At this juncture, God has not made an irrevocable decision concerning the evil He will soon create for His people (Isaiah 45:7); He has not condemned Zedekiah to death, the house of Pharez to extinction, or Jerusalem to flame. Zedekiah, by making the right decisions, can salvage the situation in part. Given the historical moment—the burden on the king—his answer to Jeremiah appears almost surreal: "I am afraid of the Jews who have defected to the Chaldeans, lest they deliver me into their hand, and they abuse me" (verse 19).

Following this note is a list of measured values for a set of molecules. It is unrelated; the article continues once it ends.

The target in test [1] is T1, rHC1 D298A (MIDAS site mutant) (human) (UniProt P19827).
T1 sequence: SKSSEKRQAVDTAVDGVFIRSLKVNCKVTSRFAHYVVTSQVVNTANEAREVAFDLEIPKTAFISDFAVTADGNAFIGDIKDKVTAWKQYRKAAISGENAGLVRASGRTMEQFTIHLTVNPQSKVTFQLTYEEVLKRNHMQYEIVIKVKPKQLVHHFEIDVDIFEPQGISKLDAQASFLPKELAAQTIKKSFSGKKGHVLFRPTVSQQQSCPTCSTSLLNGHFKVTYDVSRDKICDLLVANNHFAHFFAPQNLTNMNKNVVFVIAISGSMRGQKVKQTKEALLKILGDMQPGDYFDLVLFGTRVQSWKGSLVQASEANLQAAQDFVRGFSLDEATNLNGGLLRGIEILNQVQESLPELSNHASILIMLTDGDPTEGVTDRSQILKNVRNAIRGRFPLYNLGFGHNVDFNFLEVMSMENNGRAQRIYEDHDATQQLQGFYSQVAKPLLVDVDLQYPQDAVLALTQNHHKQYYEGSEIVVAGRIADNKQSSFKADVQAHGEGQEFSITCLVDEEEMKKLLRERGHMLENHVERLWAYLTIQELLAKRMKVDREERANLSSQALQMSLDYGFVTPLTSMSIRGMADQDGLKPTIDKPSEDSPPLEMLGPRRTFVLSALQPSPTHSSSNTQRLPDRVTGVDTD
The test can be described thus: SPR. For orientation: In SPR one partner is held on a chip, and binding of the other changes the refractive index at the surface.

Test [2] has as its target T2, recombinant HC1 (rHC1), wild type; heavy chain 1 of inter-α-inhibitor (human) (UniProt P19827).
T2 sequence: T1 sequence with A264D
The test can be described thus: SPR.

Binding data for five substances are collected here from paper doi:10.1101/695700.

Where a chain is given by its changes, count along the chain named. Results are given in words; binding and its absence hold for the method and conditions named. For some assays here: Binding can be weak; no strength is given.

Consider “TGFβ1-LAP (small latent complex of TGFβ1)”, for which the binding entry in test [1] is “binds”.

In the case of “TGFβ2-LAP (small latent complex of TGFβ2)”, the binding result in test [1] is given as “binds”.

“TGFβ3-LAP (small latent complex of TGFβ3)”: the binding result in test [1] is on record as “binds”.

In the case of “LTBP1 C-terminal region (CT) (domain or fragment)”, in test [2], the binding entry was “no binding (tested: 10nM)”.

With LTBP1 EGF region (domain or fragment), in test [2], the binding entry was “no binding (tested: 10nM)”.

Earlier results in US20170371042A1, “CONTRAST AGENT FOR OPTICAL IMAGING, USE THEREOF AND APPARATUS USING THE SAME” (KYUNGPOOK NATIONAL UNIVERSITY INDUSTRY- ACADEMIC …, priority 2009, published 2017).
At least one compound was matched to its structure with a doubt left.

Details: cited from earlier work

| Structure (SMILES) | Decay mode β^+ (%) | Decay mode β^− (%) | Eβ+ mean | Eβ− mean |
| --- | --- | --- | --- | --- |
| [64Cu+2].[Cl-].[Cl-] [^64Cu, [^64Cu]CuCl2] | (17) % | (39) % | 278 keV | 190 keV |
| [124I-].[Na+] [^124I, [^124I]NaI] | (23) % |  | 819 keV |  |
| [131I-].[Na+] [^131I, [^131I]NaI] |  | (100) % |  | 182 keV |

History would have been different if only he had obeyed God. To Zedekiah, a prophet of God is nothing more than a crystal ball with legs, valuable as a source of knowledge of things future. Jeremiah shares the fate of Cassandra, a woman of Greek myth who, though blessed with great prophetic power, is cursed to be always disbelieved.
Zedekiah's "I am afraid" reveals a pathetic character indeed. He fails to understand his obligation to heed the pronouncements of the prophet God has so graciously provided. He lacks the resolve to obey God, his fear for his safety overruling his sense of responsibility to his subjects and to his capital.
Servant of God, Act One: Going Around, Coming Around